British Sign Language (BSL) interpreters help deaf and hearing people communicate with one another.
Salary range: £20,000 to £35,000
How to become a British Sign Language interpreter
You can get into this job through:
- a university course
- working towards this role
- a trainee scheme
You’ll need a degree or level 6 award in both British Sign Language and interpreting.
You would also need an approved qualification in interpreting like:
- postgraduate or master’s degree in interpreting or translation
- Level 6 Diploma in Sign Language Interpreting
You’ll usually need:
- 2 to 3 A levels, or equivalent, for a degree
- a degree in a relevant subject for postgraduate study
- equivalent entry requirements
- student finance for fees and living costs
- finance for postgraduate courses
- university courses and entry requirements
You could work for an organisation that supports deaf people, or in a school or college, for example, as an educational support assistant. You could then do your British Sign Language qualifications on the job to qualify as an interpreter.
Volunteering and experience
Getting involved in deaf clubs or centres for deaf people is a good way of getting experience and may give you the opportunity to get relevant training.
You could qualify by registering as a trainee sign language interpreter (TSLI). To register, you’ll need:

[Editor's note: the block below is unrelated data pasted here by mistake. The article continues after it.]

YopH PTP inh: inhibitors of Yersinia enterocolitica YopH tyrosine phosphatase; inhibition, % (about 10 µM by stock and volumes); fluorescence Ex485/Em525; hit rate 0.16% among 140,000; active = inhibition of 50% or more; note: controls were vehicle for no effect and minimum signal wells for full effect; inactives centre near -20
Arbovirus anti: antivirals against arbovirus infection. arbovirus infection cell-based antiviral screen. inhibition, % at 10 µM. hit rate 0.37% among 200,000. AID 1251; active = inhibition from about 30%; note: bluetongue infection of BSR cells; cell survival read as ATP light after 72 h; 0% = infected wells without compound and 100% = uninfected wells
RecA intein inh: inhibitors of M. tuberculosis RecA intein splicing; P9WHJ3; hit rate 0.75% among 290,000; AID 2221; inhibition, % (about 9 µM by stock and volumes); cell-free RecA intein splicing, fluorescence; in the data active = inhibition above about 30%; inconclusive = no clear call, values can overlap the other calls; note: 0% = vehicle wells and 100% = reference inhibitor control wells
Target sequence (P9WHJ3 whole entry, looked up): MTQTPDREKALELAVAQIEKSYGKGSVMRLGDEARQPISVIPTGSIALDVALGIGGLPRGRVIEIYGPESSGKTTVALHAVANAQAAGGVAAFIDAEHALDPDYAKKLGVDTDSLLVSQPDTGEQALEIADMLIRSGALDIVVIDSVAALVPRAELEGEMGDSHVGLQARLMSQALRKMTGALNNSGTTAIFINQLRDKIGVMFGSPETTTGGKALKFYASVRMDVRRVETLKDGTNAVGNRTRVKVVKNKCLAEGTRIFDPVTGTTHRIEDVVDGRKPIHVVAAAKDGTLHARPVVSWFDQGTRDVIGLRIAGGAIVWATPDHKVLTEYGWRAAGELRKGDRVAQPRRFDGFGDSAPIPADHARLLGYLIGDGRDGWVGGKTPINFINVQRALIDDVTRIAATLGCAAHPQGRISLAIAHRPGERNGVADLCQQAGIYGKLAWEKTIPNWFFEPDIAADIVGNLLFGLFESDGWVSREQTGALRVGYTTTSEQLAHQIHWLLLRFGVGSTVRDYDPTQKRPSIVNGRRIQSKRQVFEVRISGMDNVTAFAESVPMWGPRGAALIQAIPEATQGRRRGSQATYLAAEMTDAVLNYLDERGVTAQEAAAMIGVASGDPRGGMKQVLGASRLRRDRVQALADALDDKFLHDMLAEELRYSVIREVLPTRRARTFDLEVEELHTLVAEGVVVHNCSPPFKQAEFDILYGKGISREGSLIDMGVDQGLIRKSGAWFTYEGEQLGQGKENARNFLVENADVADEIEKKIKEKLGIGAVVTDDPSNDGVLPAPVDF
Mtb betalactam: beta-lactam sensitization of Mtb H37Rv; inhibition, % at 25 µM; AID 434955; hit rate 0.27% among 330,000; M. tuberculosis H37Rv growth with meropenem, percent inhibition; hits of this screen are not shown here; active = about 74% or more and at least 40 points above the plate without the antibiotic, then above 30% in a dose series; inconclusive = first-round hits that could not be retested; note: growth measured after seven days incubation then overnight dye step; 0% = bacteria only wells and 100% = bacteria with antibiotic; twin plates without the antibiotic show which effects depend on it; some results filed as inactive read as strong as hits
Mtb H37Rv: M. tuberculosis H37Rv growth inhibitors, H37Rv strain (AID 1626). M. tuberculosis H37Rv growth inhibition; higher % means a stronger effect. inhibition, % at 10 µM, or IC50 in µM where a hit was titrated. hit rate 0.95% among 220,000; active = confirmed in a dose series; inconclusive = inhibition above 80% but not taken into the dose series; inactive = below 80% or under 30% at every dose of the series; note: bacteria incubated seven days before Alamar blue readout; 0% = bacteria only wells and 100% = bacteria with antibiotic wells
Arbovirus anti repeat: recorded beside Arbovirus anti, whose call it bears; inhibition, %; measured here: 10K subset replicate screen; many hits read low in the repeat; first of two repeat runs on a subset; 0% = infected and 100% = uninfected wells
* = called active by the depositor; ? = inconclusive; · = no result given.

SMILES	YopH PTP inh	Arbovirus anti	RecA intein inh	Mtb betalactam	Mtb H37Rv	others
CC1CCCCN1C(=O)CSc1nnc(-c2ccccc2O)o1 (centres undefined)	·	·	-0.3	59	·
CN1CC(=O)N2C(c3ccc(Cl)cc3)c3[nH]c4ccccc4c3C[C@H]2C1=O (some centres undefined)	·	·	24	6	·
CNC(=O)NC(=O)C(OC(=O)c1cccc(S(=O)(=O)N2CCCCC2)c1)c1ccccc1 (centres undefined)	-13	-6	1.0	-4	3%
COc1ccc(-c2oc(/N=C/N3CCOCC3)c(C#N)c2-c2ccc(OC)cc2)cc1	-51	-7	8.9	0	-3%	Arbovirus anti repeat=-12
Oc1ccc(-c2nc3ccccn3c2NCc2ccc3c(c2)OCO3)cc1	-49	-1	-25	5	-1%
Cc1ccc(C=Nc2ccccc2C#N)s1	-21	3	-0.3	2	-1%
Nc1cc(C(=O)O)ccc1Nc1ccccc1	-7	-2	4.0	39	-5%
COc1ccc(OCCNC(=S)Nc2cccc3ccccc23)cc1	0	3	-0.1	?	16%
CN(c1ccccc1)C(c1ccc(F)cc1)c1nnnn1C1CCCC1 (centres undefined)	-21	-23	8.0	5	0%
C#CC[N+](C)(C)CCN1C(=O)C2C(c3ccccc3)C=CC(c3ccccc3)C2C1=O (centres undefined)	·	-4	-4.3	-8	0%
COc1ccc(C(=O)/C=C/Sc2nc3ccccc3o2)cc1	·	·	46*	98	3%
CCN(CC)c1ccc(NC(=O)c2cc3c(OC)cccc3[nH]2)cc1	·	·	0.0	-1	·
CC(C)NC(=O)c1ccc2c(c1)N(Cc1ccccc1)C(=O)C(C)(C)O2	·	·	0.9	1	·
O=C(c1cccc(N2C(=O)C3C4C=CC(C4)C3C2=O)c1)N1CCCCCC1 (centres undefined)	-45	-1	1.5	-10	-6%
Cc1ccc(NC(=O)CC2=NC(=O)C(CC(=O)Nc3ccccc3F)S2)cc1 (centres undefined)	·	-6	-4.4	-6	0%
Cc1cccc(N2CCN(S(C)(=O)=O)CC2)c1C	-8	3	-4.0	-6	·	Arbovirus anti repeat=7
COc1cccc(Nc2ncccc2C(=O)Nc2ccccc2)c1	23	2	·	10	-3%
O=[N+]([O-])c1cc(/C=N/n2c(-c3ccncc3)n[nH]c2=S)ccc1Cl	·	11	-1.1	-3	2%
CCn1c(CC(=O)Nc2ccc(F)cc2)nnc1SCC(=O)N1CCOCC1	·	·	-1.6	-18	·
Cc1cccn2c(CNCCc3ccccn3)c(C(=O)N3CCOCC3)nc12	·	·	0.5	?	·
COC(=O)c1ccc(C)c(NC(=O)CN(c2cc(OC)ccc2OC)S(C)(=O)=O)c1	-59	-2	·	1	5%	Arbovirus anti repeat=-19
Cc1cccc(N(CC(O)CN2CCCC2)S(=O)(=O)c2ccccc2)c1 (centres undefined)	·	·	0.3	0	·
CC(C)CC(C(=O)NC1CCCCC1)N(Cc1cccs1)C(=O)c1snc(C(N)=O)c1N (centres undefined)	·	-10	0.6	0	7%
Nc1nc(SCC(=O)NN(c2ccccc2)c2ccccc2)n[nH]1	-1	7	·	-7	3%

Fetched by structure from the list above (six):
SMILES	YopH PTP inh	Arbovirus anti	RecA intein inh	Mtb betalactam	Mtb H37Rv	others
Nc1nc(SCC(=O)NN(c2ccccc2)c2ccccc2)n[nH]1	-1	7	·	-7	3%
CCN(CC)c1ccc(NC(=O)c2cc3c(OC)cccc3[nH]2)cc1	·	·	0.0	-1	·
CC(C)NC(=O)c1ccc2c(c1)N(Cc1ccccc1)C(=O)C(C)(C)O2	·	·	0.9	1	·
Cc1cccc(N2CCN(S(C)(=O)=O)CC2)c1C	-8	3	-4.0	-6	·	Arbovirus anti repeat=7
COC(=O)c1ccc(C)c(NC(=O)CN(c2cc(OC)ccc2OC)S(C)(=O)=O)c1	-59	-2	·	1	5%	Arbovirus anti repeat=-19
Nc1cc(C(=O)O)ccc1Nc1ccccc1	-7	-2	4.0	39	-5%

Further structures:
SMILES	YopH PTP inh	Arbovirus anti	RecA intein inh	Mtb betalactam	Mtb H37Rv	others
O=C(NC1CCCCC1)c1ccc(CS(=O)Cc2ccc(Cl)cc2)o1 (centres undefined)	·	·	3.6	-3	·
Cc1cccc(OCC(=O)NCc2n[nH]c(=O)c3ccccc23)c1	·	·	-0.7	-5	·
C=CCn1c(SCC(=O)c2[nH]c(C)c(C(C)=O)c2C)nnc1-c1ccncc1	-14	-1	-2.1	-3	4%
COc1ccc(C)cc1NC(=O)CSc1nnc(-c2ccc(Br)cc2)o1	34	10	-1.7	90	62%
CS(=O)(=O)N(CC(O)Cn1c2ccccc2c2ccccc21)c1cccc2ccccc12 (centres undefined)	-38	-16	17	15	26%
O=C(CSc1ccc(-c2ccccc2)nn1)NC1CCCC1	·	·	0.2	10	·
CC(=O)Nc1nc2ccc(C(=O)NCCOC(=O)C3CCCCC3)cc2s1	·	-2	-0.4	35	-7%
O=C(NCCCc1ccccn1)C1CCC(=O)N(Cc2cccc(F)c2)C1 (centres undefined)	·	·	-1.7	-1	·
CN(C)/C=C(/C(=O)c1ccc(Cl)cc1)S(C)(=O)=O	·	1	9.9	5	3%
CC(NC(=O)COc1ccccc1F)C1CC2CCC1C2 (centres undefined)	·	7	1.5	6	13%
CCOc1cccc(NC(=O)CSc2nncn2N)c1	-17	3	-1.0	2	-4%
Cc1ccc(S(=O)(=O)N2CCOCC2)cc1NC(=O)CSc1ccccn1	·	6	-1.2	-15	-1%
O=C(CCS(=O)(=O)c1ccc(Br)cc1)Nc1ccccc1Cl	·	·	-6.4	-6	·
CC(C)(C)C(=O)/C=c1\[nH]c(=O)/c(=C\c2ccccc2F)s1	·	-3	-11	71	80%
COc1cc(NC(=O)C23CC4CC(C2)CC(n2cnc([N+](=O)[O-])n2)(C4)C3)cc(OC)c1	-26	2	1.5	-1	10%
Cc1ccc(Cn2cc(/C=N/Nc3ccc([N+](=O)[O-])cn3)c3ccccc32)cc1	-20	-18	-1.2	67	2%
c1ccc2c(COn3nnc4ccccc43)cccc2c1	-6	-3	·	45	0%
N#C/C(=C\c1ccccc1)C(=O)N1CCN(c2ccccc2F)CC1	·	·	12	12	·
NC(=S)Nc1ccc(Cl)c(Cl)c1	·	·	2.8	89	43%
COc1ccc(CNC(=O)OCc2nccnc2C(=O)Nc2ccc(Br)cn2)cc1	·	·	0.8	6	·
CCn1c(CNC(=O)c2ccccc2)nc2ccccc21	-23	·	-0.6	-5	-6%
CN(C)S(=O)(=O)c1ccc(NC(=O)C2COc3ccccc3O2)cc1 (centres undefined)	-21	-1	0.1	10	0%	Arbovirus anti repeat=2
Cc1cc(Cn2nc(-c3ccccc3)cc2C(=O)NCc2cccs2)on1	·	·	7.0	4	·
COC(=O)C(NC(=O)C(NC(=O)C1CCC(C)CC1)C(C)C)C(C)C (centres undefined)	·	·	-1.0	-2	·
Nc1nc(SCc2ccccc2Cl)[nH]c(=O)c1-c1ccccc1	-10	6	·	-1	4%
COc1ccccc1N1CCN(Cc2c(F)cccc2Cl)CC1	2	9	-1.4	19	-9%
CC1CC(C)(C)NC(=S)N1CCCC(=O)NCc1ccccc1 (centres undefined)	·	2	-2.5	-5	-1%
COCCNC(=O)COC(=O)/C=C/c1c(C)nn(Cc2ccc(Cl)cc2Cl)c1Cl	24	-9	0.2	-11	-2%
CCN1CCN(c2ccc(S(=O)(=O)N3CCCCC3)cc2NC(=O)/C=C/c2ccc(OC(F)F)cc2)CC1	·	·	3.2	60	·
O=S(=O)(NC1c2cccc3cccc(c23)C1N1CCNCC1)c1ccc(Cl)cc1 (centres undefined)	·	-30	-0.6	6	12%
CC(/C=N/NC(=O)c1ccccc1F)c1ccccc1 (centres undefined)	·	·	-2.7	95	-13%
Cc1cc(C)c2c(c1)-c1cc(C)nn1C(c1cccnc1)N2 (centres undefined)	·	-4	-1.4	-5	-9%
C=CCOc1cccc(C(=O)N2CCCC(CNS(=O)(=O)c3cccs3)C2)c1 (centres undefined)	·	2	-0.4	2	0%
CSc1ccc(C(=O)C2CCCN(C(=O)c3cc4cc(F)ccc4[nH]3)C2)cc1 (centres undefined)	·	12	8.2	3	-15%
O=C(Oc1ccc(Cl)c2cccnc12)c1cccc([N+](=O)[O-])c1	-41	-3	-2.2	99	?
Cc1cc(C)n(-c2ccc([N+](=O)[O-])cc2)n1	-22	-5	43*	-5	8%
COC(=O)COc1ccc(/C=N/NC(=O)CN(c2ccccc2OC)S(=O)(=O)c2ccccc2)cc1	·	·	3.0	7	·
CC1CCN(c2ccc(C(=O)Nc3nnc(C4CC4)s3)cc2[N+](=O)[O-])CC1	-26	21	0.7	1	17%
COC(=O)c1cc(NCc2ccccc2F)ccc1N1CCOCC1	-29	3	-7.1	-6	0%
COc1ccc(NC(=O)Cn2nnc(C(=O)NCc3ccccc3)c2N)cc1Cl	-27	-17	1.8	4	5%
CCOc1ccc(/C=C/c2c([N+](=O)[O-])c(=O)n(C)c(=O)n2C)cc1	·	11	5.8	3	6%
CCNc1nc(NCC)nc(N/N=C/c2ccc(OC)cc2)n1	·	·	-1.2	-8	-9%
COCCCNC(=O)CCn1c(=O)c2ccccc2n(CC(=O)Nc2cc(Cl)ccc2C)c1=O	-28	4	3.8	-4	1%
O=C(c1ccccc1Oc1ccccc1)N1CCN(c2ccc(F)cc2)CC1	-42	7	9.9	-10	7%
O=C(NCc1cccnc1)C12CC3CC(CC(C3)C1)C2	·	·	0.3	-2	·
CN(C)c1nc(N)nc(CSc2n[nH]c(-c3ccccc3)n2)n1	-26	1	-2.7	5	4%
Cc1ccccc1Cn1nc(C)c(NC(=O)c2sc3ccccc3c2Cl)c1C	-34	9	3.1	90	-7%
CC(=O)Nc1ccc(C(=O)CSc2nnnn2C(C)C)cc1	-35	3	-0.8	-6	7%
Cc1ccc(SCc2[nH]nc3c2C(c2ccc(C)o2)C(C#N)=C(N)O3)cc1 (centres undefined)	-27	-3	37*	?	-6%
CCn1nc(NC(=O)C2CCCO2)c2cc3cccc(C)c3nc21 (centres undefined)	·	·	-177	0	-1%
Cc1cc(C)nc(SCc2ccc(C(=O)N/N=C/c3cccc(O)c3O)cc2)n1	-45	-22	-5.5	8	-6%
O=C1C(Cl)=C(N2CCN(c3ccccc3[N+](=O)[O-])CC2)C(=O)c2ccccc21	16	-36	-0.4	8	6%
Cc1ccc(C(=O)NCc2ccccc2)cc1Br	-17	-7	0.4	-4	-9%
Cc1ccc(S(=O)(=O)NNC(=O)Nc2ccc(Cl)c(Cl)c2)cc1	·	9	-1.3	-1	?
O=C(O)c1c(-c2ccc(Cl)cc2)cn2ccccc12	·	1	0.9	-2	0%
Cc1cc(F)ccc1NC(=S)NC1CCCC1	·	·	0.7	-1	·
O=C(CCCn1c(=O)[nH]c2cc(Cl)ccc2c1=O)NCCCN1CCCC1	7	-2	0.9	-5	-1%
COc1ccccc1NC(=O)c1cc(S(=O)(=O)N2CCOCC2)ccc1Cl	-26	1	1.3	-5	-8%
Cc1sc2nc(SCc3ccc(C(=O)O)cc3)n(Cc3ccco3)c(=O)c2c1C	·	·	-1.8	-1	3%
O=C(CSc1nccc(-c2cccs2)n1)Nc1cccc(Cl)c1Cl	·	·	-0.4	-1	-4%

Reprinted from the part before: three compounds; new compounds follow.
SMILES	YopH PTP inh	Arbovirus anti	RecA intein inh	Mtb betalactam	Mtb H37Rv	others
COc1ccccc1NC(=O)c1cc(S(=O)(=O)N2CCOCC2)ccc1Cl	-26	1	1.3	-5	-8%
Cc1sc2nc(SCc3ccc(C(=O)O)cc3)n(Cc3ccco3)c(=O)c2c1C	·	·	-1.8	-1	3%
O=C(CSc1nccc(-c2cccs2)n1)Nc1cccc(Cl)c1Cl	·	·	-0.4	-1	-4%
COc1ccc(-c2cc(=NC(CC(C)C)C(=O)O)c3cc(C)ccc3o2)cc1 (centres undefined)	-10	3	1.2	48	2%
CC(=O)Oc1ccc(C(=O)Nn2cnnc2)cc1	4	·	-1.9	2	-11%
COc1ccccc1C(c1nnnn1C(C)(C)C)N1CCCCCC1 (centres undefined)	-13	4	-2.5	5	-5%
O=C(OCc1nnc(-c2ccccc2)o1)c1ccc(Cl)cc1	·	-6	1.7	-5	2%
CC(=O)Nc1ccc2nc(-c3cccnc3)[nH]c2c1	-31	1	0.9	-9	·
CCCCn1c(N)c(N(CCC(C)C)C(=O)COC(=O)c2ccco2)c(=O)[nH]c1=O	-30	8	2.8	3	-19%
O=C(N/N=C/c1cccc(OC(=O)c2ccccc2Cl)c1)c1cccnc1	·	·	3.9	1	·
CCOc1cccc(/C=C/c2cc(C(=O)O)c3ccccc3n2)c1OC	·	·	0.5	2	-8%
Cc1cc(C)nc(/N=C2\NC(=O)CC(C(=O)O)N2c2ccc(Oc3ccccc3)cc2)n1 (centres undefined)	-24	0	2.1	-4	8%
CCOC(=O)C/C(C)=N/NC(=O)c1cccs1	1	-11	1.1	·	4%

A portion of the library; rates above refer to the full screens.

- a degree or level 6 award in your first language – either English or British Sign Language (BSL)
- a minimum of level 4, above A level standard, in your second language – either English or BSL
- you’ll need to register with the National Registers of Communications Professionals working with Deaf and Deafblind People
You can find out more about becoming a British Sign Language interpreter from:
What it takes
Skills and knowledge
- foreign language skills
- knowledge of English language
- to be thorough and pay attention to detail
- customer service skills
- patience and the ability to remain calm in stressful situations
- the ability to accept criticism and work well under pressure
- the ability to work on your own
- to be flexible and open to change
- to be able to carry out basic tasks on a computer or hand-held device
Restrictions and requirements
You’ll need to:
What you’ll do
Your day-to-day duties might include:
- preparing before assignments
- listening carefully to, or watching, what is said or signed
- interpreting what is said or signed
- finding the best way to express everything that is said or signed
You could work at a client’s business, from home or in an office.
Career path and progression
You could teach and assess others, sign at theatre productions or television performances, or move into research.
You could also become self-employed and work freelance.